Jail Overcrowding Impact on California Counties
It is no secret that California county jails have become increasingly overcrowded as a result of the 2011 Criminal Justice Realignment Act. “Realignment” was the Legislature’s answer to the United States Supreme Court mandate that ordered California to reduce its prison population by the end of 2013. The jail overcrowding impact on California is being felt on a county-by-county basis.
Citing a violation of California prisoners’ rights to be free from cruel or unusual punishment under the Eighth Amendment to the U.S. Constitution, the Supreme Court decided that California must reduce its overall state prison population to no more that 137.5% capacity (approximately 110,000 prisoners total) in order to avoid woefully inadequate inmate access to proper medical and mental health treatment.
Does this Mean California Must Release Prisoners Early?
The Supreme Court didn’t require California to release prisoners early. The Justices simply said California couldn’t hold convicted felons in state prisons beyond the 137.5 % maximum threshold. Tens of thousands of convicted felons have since been redirected either out of state or into county jails. However, county jails are now becoming overcrowded.
Varying Jail Overcrowding Impact on California
For some, it could be like a “get out of jail free card.” With little room left and few other options, county officials in densely populated counties are permitting some inmates, generally those sentenced to low-level, non-serious or non-violent and non-sex-related jail terms to serve alternative forms of sentencing, such as community service, work-release programs or home confinement.
However, counties with lower populations typically have fewer problems associated with jail overcrowding. People sentenced in these counties are often given fewer opportunities for alternative sentencing by the courts and are required to serve larger portions of their sentences behind bars.
Regardless of where you live, if you are facing criminal charges, you need an experienced criminal defense attorney by your side who is familiar with how each county handles its jail overcrowding issues.
Let’s take a look at a few examples:
Recently, Wallin & Klarich attorneys obtained an alternative sentence for a client facing a DUI charge with a very high blood-alcohol content (BAC) of .021. That’s almost three times the legal limit in California. Our client had a prior DUI, as well as a previous felony conviction. A jail sentence (and possible deportation) was almost certain.
Upon pleading guilty, our Wallin & Klarich attorney persuaded the judge to grant this client home confinement (“custody” served in one’s home wearing an ankle bracelet) in lieu of 120 days in jail.
State law authorizes jail inmates “good time/work time” (or conduct) credit amounting to two days credit for every one day served, commonly referred to as “half time.” In other words, a defendant sentenced to 120 days in jail is only required to serve 50% of his or her sentence – 60 days – as long as he or she behaves while incarcerated.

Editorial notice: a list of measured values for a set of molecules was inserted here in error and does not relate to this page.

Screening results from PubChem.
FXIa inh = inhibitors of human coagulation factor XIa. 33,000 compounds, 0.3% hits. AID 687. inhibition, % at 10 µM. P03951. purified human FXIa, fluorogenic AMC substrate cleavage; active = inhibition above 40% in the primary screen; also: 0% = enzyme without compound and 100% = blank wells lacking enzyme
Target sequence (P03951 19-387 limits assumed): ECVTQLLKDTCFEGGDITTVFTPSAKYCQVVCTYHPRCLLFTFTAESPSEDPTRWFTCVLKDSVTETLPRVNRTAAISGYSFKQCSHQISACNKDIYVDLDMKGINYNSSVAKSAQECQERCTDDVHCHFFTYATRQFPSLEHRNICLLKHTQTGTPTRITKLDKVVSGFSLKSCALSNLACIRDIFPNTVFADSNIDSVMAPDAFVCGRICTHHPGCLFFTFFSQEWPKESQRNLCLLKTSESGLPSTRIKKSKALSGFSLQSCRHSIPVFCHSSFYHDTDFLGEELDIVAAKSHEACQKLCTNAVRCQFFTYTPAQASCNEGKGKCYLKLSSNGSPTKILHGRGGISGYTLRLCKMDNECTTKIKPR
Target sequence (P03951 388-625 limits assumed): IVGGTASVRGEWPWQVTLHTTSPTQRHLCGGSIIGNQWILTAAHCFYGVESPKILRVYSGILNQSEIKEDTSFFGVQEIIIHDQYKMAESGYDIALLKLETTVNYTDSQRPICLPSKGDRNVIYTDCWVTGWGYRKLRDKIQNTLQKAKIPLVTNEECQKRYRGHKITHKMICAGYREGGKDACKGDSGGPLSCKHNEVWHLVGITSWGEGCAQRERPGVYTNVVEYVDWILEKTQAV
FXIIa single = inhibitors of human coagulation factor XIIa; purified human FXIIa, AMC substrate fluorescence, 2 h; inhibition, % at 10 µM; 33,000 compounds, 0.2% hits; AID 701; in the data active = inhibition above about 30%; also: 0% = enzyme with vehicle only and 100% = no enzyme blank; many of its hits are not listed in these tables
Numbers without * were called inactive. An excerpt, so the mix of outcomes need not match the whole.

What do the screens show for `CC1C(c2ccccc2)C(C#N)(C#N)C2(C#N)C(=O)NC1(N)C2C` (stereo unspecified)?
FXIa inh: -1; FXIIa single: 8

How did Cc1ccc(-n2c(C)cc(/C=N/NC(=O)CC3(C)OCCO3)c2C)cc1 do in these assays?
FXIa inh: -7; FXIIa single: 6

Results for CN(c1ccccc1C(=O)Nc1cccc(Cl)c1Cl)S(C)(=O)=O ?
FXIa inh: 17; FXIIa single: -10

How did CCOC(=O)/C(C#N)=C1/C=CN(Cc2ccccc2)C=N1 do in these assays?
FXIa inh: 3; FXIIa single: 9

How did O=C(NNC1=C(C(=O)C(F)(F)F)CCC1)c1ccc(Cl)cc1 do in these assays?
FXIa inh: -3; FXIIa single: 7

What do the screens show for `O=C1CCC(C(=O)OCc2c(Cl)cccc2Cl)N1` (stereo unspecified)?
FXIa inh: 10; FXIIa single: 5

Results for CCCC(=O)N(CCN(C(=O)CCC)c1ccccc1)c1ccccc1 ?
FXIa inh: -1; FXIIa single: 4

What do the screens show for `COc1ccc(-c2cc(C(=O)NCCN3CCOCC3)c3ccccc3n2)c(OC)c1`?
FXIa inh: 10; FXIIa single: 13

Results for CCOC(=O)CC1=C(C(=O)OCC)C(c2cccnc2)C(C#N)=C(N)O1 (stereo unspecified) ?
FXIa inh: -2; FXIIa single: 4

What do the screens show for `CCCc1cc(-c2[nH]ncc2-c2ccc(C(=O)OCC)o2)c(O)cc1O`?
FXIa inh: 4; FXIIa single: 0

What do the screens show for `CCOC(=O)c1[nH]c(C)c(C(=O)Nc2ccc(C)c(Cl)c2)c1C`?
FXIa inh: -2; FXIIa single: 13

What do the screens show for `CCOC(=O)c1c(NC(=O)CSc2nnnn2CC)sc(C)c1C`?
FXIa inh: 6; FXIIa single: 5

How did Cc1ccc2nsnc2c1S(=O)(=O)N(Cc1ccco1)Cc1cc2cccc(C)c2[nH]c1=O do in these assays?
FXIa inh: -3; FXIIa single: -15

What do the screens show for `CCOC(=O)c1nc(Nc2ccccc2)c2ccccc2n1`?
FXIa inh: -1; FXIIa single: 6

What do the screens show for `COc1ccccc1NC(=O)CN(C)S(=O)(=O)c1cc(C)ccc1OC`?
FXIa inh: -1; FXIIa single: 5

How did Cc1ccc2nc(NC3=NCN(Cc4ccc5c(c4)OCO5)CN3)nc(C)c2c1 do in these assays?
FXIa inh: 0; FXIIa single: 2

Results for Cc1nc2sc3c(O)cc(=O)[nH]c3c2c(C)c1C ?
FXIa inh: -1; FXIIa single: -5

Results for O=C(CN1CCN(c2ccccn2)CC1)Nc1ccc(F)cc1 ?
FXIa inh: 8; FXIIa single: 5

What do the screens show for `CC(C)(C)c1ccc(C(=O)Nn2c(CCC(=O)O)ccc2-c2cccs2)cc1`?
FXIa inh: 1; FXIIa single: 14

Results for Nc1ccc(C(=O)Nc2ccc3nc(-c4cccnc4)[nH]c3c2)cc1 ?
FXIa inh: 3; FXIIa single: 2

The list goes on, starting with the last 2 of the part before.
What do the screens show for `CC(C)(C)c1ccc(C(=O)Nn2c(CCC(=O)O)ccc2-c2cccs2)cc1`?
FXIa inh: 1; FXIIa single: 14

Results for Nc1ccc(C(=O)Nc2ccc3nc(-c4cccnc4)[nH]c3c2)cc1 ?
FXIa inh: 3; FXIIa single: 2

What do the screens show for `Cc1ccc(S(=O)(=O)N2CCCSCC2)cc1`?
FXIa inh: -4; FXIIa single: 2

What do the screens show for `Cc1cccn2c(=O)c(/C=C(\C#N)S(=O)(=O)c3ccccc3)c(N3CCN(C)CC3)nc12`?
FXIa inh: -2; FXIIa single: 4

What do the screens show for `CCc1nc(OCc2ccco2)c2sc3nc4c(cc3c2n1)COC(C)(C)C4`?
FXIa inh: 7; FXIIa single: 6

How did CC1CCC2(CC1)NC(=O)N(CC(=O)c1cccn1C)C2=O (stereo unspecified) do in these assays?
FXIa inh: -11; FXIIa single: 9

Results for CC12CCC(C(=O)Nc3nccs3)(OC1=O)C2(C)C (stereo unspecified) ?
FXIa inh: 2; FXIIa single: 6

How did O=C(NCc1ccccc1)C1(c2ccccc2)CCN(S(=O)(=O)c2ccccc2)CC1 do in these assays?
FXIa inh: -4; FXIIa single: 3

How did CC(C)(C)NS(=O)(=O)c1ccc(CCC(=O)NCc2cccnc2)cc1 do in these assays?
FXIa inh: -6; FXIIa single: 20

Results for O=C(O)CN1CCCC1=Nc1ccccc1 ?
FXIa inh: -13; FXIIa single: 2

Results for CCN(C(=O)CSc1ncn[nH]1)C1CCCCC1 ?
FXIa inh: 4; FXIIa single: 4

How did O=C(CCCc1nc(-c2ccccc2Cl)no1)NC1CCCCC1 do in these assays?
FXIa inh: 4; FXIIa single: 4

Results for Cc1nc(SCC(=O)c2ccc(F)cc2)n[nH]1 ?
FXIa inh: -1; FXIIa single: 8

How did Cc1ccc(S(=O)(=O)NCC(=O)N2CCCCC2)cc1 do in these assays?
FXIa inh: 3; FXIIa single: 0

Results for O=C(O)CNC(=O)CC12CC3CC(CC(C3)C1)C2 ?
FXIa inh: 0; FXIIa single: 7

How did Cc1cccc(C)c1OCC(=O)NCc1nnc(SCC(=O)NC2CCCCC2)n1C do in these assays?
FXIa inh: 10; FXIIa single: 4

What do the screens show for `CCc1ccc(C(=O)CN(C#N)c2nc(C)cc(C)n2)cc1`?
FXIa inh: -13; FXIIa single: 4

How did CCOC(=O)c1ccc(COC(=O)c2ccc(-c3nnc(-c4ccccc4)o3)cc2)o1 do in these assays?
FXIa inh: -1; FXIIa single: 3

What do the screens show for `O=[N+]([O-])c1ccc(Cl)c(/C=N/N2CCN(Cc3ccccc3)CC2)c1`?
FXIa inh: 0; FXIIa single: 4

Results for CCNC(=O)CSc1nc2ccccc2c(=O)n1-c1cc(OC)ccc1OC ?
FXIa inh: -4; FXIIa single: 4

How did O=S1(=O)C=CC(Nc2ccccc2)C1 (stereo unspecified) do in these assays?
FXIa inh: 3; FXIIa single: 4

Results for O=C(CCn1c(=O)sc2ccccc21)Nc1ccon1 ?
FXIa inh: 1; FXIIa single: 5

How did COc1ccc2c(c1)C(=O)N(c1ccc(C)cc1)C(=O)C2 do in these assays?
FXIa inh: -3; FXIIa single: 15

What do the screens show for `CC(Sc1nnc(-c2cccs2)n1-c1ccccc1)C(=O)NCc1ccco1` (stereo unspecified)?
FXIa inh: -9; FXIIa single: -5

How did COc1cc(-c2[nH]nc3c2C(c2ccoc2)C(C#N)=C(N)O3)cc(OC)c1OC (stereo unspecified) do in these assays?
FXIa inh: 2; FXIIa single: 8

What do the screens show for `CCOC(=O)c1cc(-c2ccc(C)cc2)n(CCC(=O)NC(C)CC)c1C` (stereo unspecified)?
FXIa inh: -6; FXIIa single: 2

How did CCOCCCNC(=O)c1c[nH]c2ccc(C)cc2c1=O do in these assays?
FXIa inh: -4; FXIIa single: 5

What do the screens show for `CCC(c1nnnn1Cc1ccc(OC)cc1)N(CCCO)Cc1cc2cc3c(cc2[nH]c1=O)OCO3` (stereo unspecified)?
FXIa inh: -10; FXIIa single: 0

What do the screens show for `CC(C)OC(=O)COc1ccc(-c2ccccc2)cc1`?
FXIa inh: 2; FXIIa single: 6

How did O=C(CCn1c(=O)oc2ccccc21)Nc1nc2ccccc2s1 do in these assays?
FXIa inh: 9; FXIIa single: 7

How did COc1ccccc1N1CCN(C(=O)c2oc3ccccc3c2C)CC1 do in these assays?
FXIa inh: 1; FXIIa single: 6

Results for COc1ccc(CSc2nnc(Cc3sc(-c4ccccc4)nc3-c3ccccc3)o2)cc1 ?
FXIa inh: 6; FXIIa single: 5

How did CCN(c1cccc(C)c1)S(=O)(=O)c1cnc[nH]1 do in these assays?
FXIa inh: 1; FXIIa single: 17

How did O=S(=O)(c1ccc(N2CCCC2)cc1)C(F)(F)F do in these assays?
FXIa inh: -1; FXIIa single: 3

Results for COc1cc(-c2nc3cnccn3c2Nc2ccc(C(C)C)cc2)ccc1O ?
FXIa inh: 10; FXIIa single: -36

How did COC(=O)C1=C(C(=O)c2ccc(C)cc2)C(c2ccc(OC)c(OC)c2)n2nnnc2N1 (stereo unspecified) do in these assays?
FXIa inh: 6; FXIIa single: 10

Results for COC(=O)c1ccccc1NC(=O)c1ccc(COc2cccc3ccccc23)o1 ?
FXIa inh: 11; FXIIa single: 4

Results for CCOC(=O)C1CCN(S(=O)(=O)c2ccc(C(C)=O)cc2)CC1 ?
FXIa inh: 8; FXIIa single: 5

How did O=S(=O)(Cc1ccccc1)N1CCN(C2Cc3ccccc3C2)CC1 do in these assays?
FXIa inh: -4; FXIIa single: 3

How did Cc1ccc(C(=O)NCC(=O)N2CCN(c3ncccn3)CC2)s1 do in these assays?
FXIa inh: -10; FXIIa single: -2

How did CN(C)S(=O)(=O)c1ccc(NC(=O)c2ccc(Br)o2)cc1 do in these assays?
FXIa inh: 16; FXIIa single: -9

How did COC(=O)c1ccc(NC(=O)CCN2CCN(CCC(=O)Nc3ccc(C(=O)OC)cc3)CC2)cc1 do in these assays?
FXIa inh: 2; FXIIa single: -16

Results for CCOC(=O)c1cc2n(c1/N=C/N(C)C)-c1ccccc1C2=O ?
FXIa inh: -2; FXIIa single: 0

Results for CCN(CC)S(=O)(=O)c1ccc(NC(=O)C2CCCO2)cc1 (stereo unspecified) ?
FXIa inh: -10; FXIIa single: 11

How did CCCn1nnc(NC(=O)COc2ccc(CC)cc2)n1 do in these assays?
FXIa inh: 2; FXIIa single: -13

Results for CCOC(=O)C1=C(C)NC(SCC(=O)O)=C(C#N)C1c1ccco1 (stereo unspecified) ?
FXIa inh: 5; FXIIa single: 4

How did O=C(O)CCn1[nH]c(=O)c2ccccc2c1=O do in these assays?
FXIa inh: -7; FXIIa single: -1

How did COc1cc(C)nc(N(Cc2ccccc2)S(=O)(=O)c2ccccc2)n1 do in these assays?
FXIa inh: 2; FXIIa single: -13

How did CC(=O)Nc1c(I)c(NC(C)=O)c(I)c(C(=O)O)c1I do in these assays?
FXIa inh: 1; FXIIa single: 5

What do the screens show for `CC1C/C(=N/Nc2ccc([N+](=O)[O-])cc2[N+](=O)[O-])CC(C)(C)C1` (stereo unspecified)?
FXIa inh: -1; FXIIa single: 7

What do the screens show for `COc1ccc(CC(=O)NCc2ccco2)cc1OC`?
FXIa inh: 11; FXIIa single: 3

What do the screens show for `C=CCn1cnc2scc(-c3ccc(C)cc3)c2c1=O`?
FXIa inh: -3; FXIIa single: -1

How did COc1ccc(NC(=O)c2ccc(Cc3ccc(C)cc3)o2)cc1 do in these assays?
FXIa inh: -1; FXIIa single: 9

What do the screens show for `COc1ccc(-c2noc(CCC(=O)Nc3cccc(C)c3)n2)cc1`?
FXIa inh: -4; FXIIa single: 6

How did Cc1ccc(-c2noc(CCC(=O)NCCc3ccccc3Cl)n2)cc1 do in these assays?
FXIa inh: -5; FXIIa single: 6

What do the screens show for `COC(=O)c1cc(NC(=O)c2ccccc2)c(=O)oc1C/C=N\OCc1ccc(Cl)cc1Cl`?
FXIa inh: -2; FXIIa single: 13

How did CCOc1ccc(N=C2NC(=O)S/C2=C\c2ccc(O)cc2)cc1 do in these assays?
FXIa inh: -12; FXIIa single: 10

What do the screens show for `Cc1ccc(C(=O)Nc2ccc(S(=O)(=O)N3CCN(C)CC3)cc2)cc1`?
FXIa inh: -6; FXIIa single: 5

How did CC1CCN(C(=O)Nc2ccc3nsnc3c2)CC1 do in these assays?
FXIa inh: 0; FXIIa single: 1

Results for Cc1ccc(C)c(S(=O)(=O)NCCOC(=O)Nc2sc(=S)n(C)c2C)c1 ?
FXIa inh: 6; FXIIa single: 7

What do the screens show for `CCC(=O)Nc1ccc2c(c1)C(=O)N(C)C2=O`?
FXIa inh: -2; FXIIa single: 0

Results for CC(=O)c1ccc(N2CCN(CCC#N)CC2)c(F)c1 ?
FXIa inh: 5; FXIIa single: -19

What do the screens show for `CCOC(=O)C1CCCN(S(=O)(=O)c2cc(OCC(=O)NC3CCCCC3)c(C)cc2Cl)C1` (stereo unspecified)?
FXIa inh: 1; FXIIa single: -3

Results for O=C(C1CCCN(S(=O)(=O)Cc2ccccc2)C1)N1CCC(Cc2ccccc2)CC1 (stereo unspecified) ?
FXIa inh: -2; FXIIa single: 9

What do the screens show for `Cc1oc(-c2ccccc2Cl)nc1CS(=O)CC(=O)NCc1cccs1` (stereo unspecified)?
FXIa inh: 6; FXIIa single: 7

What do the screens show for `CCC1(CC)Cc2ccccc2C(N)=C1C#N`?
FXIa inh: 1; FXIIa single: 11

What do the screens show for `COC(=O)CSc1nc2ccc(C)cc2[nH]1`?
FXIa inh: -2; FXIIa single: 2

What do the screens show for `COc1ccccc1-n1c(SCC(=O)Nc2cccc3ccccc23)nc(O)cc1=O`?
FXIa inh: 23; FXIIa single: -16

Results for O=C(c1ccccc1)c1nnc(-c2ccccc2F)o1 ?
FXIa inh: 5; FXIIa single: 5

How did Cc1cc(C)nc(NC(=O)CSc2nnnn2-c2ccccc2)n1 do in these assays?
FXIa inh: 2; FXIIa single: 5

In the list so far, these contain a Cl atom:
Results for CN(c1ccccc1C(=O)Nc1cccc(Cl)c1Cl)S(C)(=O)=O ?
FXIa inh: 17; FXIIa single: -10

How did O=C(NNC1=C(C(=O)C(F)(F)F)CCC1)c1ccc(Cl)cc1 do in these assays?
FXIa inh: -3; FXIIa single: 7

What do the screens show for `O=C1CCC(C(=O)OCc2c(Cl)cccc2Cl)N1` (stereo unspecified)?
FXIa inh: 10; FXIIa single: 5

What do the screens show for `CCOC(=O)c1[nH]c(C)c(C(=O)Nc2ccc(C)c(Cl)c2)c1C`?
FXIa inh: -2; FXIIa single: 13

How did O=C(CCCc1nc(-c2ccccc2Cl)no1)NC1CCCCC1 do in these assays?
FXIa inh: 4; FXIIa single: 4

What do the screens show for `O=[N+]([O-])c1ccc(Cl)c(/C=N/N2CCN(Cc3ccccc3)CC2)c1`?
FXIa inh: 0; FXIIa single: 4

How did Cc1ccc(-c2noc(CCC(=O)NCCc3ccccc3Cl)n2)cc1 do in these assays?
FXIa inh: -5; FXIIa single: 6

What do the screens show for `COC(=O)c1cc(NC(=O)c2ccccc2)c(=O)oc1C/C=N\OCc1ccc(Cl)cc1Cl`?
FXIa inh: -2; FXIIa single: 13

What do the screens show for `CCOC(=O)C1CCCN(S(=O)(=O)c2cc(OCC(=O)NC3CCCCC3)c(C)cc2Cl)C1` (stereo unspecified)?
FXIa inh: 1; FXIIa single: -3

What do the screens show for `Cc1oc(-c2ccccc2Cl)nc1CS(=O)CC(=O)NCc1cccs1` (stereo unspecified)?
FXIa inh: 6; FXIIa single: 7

Los Angeles County
Los Angeles County has the most overcrowded jail population in the state. State law permits county supervisors to authorize the sheriff to grant early releases to inmates in order to avoid unlawful overcrowding – commonly referred to as an “early kick.” Inmates sentenced in Los Angeles County routinely serve a fraction of their entire jail time, with some serving as little as 20% of their sentence
Knowing this, Los Angeles County prosecutors will often demand excessive jail sentences, and the courts are often willing to agree with the prosecutor’s demands. The end result is longer sentences are becoming increasingly more common in Los Angeles County courts.
Realignment has not impacted Ventura County the same way as it has in more populated California counties. As a result, Ventura County jail facilities have not experienced the level of overcrowding more commonly found in Los Angeles and Orange County.
Defendants convicted in Ventura County are not as likely to be offered alternative sentencing options such as community service, work release or home confinement. Additionally, they can expect to serve a statutory minimum 50% of their sentences while incarcerated in county jail.
Hiring Wallin & Klarich Can Help You Avoid Serving Jail Time
If you or someone you know is facing jail time for a criminal matter, you need to contact our experienced criminal defense attorneys at Wallin & Klarich today. The attorneys at Wallin & Klarich have over 40 years of experience successfully defending thousands of clients facing criminal charges. Helping you win your case is our first priority.
Our attorneys at Wallin & Klarich focus on criminal defense in Southern California, where we are very familiar with the local judges and prosecutors you are likely to face. We will use every available strategy to negotiate for a reduction or dismissal of your charges. If pleading guilty is your best option, we are also familiar with county jail facilities. We know who and how to ask for alternatives to incarceration.
With offices in Los Angeles, Sherman Oaks, Torrance, Tustin, San Diego, Riverside, San Bernardino, Ventura, West Covina and Victorville, our attorneys at Wallin & Klarich are available 24 hours a day, 7 days a week to help you protect your freedom.
Call us today at (877) 4-NO-JAIL or (877) 466-5245 for a free telephone consultation. We will get through this together.